Many Christian leaders are wrestling with what it looks or will look like to reopen in-person church gatherings. Some churches, perhaps yours, are meeting in person now. But whether you are or not, if you’re honest you know things are not “normal.”
And so do your people.
If you are meeting in person, it’s minus the usual hugs and handshakes. People aren’t sitting close to each other. Receiving an offering and celebrating Communion look different. The number of people allowed into the church building may be limited.
Some church members are or will be thrilled to be back meeting in person. Some are tentative, feeling a lot of anxiety. And some just aren’t or won’t be showing up.
We don’t know how long physical distancing, hand washing, wearing masks, and enhanced cleaning protocols will be recommended or required. Some say our temporary “new normal” will not be very temporary at all. And Christian believers – including your people – have different and sometimes very strong feelings both for and against such requirements.
Our faith should make us better neighbors, not worse. As Christians, for example, we understand that seatbelts do not guarantee we will not be killed or injured in a vehicle accident. But we use them, largely in compliance with government regulations, to decrease our risk and also to lessen the burden on our fellow citizens should an accident happen. It’s the same with government guidelines or mandates involved in this pandemic.
Where church gatherings are regulated differently than other gatherings, it is right to challenge government in lawful ways. But for the most part, while we may or may not agree and while government has only partial information to be sure, complying with such regulations means we are a good neighbor to those around us.
But that’s not what I most want to talk about here. I want to focus on what you’re really doing, and why.
We’re talking about the Church – big C, that which Jesus called His church. The Church, big C, has made it through more than twenty centuries of troubles including persecution, doctrinal challenges, human sin, economic disaster – and pandemics. And God has regularly used those very troubles to accomplish things for His kingdom that wouldn’t have happened otherwise.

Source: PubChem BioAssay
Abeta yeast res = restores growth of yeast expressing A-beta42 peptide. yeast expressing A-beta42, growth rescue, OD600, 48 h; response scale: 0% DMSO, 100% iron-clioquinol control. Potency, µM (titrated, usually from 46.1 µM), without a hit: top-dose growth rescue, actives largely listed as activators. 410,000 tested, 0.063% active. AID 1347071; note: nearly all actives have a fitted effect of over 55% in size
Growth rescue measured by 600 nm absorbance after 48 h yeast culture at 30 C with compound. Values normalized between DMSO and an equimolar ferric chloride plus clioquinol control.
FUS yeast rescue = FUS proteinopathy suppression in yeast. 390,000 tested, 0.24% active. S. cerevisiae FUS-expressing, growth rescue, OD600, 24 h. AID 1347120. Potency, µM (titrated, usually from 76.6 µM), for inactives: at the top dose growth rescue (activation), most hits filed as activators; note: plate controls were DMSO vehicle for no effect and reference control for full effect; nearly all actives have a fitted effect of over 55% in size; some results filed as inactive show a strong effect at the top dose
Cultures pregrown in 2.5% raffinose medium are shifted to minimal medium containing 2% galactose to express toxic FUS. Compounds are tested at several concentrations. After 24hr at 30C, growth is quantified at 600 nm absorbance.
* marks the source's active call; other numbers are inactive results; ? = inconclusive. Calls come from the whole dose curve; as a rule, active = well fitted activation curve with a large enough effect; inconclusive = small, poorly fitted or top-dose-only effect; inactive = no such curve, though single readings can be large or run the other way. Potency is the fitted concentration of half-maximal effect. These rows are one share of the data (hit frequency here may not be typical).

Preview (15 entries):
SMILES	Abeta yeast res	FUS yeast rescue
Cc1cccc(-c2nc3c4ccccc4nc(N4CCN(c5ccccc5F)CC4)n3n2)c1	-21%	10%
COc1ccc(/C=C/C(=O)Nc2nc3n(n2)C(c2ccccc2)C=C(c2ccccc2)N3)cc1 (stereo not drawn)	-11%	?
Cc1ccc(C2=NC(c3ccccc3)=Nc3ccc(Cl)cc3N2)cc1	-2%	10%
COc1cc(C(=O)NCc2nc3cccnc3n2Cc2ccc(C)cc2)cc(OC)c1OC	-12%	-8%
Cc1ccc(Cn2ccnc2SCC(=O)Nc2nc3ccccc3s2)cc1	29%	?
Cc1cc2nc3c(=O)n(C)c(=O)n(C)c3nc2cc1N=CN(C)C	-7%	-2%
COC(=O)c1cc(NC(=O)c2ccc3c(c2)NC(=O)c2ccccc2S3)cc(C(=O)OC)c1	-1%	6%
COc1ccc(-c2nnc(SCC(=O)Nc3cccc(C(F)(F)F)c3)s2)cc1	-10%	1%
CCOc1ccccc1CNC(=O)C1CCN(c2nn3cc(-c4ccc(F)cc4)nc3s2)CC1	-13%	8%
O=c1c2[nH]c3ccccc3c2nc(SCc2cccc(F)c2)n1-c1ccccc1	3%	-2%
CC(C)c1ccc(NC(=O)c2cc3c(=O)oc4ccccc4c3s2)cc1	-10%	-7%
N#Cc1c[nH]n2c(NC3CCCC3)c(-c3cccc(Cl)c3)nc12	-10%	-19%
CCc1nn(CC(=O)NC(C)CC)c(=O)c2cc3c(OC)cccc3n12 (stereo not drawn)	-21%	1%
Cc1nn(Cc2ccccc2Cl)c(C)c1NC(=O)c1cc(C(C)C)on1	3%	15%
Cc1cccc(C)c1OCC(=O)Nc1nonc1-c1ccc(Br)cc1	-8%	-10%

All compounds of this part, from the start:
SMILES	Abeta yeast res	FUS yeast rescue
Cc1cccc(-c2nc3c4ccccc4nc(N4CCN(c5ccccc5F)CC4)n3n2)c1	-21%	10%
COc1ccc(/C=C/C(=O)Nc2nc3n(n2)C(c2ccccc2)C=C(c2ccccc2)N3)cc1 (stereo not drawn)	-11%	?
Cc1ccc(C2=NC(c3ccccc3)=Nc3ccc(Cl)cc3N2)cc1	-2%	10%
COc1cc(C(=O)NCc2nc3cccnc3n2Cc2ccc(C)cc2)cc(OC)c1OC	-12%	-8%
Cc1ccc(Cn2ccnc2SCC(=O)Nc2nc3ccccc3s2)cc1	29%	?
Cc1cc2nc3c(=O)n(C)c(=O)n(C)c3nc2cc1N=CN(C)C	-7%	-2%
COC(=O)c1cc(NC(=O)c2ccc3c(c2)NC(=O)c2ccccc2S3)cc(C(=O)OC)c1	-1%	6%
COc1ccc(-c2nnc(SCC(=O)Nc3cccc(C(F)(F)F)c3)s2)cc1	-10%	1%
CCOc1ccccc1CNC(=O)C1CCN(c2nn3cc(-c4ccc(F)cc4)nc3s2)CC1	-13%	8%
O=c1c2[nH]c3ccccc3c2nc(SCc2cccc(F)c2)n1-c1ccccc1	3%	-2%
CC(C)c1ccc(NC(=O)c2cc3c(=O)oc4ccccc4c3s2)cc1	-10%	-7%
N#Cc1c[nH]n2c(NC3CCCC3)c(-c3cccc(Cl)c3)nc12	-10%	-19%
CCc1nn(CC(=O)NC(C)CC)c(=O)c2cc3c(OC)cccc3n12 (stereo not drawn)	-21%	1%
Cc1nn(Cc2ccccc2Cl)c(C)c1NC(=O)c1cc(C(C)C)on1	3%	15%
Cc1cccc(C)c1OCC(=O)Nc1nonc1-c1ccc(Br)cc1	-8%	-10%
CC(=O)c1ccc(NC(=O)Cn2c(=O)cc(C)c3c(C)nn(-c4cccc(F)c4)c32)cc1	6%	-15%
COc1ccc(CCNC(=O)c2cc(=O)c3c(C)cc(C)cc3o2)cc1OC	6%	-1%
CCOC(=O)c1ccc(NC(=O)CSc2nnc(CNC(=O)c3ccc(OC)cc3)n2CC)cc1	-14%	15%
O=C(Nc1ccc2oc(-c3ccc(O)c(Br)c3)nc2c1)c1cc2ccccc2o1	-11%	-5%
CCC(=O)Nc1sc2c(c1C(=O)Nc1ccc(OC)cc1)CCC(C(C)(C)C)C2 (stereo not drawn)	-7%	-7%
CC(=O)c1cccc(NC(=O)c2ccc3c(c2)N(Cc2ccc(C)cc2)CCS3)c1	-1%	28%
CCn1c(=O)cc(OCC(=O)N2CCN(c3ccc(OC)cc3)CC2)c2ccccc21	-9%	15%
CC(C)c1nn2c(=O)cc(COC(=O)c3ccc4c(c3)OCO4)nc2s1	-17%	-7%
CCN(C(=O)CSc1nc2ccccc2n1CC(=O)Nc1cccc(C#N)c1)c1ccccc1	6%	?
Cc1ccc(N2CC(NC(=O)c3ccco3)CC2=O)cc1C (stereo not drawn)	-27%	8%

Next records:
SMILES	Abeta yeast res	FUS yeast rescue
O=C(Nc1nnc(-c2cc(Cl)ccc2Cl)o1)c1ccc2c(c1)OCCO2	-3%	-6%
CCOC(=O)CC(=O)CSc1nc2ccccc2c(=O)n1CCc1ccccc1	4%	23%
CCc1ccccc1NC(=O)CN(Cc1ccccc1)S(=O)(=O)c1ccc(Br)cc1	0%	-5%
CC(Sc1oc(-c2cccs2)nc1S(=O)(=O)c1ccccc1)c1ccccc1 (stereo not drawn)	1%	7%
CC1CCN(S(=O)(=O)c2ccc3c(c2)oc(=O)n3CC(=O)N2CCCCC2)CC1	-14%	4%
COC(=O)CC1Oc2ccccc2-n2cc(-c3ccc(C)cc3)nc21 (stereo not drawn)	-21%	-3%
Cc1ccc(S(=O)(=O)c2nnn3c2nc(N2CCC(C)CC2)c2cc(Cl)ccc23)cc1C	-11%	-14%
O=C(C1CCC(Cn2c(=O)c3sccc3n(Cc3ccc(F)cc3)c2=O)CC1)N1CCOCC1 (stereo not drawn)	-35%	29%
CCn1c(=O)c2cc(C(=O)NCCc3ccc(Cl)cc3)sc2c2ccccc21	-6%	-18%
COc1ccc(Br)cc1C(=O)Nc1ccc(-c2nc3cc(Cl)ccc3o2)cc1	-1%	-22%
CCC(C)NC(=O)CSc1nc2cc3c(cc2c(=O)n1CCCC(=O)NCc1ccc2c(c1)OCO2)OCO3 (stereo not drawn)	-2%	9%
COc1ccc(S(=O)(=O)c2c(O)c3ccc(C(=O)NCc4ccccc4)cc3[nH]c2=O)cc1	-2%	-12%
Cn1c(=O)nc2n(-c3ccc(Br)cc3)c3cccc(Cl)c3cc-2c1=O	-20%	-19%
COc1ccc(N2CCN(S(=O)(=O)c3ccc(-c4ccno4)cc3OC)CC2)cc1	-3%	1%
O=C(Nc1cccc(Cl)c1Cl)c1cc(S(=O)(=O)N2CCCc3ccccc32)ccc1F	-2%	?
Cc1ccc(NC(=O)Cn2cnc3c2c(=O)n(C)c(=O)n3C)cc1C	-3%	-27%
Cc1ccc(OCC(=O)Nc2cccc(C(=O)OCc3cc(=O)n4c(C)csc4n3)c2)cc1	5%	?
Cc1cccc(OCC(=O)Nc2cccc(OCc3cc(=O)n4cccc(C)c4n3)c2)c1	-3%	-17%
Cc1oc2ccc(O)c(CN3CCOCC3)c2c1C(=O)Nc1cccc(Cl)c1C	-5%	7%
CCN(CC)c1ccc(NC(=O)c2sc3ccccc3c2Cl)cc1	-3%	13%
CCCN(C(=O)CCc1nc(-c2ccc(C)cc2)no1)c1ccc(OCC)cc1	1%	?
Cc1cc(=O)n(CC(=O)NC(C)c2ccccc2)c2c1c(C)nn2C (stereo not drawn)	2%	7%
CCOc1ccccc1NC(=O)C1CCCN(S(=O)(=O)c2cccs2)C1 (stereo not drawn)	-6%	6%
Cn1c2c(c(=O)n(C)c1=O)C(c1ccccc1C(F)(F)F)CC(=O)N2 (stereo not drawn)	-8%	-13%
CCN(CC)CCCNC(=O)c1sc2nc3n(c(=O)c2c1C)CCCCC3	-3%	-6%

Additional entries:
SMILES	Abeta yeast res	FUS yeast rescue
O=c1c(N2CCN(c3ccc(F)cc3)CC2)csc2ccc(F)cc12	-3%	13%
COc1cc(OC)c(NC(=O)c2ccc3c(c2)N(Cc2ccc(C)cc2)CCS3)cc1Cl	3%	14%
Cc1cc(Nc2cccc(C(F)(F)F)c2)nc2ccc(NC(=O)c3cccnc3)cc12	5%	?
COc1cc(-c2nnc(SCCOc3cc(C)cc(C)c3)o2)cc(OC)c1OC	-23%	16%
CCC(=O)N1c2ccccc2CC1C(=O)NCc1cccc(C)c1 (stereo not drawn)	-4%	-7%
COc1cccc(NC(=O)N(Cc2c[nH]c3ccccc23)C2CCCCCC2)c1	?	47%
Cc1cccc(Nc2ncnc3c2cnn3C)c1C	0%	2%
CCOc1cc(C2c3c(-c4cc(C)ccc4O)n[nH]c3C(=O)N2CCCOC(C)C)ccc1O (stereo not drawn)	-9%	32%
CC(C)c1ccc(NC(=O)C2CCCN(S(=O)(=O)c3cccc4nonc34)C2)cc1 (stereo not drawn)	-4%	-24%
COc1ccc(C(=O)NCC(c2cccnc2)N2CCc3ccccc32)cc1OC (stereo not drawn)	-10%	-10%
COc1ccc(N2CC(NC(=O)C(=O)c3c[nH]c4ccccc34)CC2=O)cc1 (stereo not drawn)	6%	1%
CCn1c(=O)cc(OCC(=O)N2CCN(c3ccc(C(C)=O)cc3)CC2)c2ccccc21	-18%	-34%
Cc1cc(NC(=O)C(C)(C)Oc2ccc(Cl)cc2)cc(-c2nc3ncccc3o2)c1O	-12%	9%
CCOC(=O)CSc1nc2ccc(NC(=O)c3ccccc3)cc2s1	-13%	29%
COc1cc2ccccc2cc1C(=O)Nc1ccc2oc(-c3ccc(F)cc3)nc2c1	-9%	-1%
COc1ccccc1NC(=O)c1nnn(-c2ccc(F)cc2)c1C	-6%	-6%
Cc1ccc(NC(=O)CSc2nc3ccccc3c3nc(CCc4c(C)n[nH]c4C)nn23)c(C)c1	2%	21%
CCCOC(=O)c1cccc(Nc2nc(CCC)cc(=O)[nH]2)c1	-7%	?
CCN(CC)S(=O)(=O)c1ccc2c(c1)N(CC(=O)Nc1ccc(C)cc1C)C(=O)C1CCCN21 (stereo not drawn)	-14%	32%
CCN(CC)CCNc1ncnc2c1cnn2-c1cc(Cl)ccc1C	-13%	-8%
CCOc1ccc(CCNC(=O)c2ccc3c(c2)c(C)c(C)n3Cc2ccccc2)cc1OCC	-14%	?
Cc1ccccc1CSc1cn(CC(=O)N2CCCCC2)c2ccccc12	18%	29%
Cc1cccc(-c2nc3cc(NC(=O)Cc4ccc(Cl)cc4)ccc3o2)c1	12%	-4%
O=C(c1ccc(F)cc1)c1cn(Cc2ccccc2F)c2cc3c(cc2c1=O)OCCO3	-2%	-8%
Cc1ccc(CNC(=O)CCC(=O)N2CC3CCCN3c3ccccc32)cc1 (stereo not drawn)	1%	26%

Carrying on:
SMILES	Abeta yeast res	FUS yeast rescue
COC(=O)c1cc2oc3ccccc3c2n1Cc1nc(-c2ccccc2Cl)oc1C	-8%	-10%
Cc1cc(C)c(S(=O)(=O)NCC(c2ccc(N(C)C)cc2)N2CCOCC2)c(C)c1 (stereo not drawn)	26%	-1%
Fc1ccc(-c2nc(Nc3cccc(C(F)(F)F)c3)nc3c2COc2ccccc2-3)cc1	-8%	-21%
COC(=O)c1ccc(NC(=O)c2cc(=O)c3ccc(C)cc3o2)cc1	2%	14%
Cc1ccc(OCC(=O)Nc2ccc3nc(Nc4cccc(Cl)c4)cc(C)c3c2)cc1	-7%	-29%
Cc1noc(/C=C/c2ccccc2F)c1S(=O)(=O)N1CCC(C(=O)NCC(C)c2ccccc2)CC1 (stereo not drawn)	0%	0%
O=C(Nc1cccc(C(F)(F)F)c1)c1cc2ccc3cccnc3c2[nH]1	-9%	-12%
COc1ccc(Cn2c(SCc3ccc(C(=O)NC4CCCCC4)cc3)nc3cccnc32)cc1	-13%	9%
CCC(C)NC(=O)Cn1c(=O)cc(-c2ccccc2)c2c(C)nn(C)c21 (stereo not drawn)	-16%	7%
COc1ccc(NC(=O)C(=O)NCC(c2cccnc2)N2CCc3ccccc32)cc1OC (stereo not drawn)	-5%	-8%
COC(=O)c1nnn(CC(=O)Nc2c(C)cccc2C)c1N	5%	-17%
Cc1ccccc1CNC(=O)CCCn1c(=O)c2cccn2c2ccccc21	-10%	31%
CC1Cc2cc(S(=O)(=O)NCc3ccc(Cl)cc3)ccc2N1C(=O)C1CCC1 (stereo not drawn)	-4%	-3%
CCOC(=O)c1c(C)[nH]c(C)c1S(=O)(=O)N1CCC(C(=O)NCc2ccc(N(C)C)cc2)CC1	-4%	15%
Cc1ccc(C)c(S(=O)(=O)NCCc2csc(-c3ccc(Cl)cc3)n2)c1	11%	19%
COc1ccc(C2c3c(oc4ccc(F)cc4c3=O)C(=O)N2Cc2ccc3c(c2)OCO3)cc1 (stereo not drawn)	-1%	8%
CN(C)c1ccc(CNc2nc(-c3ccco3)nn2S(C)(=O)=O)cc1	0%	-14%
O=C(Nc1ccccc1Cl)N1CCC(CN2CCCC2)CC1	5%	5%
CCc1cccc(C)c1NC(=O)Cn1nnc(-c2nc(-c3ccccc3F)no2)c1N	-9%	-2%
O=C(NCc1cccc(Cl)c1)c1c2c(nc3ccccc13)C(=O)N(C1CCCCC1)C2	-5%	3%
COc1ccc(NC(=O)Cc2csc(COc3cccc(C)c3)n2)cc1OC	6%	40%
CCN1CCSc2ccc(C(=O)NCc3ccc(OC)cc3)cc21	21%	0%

You are part of something bigger than you, bigger than the church you lead, bigger than the denomination you may be a part of, bigger than all the Christian institutions present in our culture today. Remembering that “something bigger” will be important as you navigate reopening your church now or later.
Here are two important mental mindsets to focus on in this season.
Think People First, Not Institution
This has always been true in ministry, but it’s perhaps especially critical in light of changing times around the COVID-19 pandemic. We don’t know what or how long this season will last, or which of the changes will become permanent, if any. Many other industries have had to consider what changes may be long-term; the church must do that as well.
Some of those changes are likely to be good. Remember, God is not obligated to preserve the human institutions we often equate with Church (big C). After Jesus returned to heaven the gospel spread to the entire then-known world within a matter of decades without any of the institutions we have come to rely on today. The kingdom of God will go on. Your church probably will as well, but that’s not the point. People are the point.
Check pastorresources.com for part 2 of Leading and Discipling Into the New Normal
Dr. Carol Tanksley is a board-certified OB-Gyn physician as well as a Doctor of Ministry. She’s published several books by Charisma House, and has been highlighted several times in Ministry Today, Charisma and SpiritLed Woman. Find more of Dr. Carol’s resources at drcarolministries.com.